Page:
Short notes for weekend reflection.

I accumulate notes that could become posts. These won’t. They are mine unless otherwise attributed.

  • “Tiny stuff. We’re going to do the tiny stuff, the details that look surface, but aren’t.” – refocusing an approach to some work.
  • “Don’t try to be big, try to be great.” – after hearing a little too much about growth.
  • “A rhetoric of desperation does not develop stamina” -. Eugene Peterson in a workshop.
  • “I can’t change the world until I’m willing to change my world. Until I’m willing to have my world changed.” – I love the idea of talking about changing the world, but we need to start small.
  • “Jesus doesn’t make your life perfect. Jesus is perfect with your life.” Needs some sharpening, but it shifts the perspective. .
  • “May the peace of God and the love of Jesus and the strength of the Holy Spirit be upon you.” – One of the protestant pastors working at Ground Zero heard a Benedictine monk working there offering this blessing. I wrote it down. I need to memorize it’s powerful simplicity.
  • “How can we have a clearer picture of who Jesus is? Read the Gospels looking at character, not just actions. Why is he doing these things, not just what.” – It’s a different perspective on familiar texts.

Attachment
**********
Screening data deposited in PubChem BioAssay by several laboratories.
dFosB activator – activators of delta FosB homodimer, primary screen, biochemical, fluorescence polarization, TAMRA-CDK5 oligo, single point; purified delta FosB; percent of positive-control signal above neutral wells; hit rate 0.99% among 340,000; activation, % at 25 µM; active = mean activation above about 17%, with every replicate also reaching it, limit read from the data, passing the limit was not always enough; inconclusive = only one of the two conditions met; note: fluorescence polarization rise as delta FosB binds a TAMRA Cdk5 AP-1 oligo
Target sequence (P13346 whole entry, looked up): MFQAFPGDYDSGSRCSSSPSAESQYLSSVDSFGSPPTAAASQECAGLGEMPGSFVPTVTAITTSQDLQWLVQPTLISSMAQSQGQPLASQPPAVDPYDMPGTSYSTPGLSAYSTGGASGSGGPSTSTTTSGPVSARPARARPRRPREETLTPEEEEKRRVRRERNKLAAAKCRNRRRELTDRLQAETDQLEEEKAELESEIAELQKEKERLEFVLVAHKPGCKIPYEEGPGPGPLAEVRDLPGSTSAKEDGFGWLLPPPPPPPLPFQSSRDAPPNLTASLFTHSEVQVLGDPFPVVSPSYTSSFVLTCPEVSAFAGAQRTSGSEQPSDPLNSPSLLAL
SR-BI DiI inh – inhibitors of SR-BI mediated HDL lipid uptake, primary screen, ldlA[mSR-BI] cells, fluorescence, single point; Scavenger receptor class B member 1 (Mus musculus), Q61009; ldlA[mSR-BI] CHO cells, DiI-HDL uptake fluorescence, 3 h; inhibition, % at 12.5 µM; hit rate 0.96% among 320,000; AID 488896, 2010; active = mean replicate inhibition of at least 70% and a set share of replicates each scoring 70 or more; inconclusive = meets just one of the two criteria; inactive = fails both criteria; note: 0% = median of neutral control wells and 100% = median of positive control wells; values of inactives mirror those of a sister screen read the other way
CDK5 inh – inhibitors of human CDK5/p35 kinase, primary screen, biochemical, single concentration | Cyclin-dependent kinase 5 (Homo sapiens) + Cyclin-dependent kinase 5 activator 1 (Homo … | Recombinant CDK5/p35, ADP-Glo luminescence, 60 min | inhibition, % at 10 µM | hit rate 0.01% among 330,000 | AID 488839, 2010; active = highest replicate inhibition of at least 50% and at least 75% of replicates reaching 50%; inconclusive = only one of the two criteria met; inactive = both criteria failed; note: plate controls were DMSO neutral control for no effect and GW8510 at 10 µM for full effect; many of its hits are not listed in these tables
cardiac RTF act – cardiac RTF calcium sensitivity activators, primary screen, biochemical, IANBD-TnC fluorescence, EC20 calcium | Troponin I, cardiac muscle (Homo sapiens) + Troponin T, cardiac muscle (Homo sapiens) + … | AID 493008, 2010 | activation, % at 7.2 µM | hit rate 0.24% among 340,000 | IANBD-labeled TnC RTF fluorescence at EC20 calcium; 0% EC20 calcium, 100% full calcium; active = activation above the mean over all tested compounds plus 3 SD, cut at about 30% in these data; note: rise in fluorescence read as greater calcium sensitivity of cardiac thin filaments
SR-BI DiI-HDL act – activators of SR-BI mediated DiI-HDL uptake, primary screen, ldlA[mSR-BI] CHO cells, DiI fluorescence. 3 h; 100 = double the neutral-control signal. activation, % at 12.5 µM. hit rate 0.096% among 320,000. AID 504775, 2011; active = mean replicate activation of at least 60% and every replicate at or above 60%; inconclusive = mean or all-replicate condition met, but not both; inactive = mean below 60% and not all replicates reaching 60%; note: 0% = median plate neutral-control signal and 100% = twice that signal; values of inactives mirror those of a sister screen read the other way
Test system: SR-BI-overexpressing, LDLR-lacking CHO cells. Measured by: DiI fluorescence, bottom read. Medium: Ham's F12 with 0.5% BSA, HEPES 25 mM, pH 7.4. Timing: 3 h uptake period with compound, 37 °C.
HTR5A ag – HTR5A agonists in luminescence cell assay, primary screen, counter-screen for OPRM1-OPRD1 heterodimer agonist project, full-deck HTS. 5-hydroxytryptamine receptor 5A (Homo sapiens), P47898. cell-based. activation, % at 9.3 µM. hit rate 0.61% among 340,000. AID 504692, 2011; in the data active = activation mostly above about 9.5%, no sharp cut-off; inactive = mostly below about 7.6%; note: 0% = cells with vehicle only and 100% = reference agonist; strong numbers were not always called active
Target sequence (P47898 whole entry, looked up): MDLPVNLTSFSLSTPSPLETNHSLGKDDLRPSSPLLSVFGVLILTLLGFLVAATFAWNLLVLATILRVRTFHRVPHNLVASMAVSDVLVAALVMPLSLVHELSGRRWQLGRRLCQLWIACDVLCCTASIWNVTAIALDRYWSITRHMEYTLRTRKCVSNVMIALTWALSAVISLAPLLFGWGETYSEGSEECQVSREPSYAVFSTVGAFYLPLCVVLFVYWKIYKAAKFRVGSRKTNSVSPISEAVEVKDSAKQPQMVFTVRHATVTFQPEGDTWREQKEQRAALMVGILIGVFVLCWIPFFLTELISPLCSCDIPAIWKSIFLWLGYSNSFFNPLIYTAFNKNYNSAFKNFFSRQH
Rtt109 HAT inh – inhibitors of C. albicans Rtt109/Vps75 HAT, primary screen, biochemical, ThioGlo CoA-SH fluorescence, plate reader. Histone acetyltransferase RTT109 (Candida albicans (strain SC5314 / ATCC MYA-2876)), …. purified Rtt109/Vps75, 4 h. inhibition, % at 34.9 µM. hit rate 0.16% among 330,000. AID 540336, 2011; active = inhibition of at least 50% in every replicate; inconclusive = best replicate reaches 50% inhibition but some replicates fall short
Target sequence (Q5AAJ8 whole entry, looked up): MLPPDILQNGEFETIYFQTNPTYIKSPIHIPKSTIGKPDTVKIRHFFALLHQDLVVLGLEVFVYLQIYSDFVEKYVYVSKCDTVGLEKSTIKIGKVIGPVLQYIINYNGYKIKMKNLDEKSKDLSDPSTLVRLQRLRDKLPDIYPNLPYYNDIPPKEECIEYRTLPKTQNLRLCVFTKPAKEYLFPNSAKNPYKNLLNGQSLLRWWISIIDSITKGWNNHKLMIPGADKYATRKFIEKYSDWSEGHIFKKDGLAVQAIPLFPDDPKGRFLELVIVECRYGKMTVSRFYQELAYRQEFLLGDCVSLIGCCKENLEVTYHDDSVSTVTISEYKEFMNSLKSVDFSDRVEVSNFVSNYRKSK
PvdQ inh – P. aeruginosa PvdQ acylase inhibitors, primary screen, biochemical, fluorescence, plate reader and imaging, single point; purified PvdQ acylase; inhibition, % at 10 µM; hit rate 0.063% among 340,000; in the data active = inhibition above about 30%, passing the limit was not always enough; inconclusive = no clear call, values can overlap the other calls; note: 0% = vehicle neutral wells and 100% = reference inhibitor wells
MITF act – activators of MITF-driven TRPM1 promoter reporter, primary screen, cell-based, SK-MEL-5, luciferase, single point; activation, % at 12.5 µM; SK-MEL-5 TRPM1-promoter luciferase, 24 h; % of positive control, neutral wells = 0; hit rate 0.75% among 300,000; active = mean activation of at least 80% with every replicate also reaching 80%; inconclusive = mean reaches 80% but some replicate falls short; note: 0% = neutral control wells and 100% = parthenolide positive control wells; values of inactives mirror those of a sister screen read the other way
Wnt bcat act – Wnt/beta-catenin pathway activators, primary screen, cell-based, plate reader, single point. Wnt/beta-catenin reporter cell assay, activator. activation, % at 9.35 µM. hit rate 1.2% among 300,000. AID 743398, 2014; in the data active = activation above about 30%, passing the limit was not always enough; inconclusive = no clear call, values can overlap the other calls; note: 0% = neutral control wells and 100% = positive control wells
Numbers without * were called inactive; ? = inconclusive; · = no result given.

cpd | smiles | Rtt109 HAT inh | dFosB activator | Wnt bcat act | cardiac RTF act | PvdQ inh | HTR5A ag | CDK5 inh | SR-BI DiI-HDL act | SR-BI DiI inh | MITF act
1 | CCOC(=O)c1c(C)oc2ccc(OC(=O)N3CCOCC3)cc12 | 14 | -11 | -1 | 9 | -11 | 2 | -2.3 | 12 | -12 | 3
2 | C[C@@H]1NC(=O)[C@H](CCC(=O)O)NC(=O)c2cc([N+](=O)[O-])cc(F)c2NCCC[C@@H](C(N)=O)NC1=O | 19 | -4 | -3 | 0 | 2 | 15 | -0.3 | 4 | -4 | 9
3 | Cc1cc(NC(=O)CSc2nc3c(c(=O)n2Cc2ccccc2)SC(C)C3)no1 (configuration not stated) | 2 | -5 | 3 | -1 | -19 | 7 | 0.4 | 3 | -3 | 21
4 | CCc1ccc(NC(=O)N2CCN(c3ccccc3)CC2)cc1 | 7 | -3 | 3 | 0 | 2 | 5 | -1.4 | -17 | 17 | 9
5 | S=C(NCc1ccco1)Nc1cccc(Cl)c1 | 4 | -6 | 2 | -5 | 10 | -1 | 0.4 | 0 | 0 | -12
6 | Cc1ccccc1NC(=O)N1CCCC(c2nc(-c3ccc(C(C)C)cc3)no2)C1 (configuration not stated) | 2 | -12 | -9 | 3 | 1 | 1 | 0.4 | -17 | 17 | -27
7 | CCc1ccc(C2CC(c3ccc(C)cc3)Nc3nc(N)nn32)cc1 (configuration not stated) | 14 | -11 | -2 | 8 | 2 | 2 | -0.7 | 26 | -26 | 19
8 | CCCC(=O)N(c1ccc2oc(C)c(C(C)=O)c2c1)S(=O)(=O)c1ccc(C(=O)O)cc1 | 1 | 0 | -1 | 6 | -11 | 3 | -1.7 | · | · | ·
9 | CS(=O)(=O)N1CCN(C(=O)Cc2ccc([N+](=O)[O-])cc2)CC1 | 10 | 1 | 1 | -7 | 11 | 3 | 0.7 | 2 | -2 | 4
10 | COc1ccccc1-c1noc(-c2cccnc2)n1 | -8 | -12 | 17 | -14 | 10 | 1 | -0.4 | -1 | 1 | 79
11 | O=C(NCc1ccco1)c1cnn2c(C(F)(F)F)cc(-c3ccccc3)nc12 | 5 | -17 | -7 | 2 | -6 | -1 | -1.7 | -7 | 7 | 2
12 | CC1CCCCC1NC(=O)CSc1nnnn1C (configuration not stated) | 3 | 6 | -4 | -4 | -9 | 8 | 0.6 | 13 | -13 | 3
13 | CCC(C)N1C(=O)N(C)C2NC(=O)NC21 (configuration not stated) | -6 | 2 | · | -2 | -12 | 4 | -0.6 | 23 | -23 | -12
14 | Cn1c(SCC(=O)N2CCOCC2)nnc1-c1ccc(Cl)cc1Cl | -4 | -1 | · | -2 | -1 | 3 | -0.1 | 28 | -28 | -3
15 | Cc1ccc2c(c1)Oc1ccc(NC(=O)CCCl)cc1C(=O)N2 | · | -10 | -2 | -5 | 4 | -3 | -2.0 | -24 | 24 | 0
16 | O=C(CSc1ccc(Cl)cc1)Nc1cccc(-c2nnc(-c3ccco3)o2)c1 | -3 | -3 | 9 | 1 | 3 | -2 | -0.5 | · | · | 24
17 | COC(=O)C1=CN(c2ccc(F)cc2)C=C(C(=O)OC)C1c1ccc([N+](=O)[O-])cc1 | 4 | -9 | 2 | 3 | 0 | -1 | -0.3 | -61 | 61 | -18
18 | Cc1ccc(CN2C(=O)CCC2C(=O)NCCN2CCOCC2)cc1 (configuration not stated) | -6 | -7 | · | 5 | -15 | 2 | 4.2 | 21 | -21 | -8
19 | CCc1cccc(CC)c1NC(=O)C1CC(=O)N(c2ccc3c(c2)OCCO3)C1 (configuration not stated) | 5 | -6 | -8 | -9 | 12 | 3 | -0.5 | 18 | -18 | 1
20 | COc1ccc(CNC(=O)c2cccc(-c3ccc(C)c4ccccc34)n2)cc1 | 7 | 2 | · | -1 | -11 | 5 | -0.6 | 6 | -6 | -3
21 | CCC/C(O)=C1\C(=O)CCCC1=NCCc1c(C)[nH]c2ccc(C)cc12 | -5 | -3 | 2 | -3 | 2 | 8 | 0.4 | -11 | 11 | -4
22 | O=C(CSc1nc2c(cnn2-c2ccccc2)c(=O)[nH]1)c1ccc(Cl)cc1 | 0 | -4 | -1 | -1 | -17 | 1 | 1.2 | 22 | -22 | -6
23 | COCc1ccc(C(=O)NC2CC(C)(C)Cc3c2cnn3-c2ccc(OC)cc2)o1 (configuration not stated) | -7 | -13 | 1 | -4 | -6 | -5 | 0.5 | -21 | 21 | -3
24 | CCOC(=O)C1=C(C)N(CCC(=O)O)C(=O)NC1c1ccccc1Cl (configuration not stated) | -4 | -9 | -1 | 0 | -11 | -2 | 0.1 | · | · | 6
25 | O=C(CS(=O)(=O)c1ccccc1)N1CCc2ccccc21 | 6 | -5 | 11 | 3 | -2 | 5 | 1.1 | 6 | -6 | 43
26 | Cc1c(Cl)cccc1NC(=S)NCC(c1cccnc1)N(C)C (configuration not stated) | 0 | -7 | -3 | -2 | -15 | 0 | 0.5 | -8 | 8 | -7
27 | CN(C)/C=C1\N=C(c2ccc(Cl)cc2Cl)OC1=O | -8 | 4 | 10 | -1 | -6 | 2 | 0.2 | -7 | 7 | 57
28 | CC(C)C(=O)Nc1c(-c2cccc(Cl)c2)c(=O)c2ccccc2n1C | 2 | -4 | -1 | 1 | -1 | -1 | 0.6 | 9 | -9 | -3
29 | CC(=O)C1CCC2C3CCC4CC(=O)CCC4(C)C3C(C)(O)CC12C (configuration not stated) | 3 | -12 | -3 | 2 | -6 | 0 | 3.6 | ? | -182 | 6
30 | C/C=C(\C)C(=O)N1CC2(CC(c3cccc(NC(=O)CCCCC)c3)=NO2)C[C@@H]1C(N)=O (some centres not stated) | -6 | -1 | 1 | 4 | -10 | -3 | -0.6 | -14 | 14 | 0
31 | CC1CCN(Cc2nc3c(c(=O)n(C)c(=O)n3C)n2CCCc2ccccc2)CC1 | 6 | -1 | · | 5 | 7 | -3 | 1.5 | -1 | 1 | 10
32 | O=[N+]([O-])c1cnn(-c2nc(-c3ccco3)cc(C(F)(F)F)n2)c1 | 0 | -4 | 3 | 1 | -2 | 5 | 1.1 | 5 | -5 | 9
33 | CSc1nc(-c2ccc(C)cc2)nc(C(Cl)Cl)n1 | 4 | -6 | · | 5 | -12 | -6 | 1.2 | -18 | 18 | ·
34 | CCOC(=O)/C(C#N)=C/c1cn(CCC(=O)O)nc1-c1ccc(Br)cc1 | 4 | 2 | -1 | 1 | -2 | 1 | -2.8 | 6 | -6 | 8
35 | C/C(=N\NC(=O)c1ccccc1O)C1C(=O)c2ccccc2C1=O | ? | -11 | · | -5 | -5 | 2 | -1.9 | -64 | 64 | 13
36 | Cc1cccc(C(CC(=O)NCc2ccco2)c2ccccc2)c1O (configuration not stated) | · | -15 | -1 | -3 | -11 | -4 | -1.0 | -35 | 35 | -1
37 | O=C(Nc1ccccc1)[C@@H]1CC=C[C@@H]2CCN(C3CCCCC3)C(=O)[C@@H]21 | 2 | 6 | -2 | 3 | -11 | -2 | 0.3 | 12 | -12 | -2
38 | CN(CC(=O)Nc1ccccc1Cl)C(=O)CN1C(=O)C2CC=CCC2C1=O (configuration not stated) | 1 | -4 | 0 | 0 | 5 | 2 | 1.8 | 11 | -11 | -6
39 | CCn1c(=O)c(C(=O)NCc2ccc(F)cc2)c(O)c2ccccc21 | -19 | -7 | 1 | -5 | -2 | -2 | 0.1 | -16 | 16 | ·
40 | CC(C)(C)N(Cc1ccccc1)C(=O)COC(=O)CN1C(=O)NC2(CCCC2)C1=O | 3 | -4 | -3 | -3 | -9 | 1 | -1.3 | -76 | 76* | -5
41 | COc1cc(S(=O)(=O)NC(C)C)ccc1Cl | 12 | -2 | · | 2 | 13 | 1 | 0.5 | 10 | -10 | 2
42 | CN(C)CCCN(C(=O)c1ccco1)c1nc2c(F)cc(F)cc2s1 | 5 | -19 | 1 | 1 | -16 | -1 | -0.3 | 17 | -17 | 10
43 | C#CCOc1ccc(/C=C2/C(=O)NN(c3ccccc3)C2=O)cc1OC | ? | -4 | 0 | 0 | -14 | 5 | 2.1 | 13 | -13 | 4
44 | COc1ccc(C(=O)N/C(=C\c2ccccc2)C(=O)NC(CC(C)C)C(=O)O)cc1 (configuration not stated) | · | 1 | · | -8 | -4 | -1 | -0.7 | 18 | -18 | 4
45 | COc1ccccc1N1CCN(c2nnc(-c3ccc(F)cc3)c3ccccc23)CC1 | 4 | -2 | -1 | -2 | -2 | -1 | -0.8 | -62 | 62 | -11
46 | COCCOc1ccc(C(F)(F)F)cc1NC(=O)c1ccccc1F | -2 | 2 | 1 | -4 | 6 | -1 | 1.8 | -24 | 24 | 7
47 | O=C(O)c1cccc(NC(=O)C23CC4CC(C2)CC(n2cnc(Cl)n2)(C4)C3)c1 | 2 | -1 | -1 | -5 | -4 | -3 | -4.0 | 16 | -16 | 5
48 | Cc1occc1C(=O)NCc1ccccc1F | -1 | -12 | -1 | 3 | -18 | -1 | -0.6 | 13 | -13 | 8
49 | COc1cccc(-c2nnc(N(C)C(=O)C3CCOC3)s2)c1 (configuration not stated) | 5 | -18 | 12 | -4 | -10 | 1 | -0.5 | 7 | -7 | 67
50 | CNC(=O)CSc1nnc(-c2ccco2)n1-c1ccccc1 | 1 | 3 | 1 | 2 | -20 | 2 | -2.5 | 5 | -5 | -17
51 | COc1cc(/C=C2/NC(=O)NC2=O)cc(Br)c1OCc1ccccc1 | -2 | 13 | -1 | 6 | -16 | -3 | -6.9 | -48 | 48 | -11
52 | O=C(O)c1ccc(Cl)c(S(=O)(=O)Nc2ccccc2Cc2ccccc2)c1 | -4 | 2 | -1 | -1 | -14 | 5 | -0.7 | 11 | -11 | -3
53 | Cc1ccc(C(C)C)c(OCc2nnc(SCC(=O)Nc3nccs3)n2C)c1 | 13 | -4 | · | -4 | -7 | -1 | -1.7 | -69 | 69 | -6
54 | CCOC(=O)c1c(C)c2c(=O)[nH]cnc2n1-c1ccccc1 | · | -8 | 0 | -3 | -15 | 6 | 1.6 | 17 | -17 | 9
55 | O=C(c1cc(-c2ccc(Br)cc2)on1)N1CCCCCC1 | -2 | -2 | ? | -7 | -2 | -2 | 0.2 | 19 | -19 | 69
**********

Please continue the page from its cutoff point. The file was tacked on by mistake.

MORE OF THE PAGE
• “Simplicity is not the removal of complexity. It is the removal of duplicity.” – Mindy Caliguire talks a lot about spiritual formation. This was in a workshop from several years ago. Her point? We buy things that let us pretend to be someone else. We make commitments to things that aren’t us.
  • “Does a parables – principles – practicals model reflect how Jesus communicated? Parables to the larger crowds, Principles to the followers, practical steps to the inner circle.” This needs more reflection. It does make me wonder about it as a model fr others.

3 thoughts on “Short notes for weekend reflection.

  1. joseph ruiz

    Jon, thank you I love these. Reminds me of Bill Hybel’s book Axioms perhaps you should create an ebook valuable resource nice principles and thoughts easy to digest and carry along.

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  2. Rich Dixon

    Simplicity/duplicity–I get her point. I believe simplicity and complexity go together–simple ideas, designs, speeches are usually the most difficult to create or comprehend. I’d say simplicity is the removal of complications–not at all the same as complexity. And that’s enough for a weekend.

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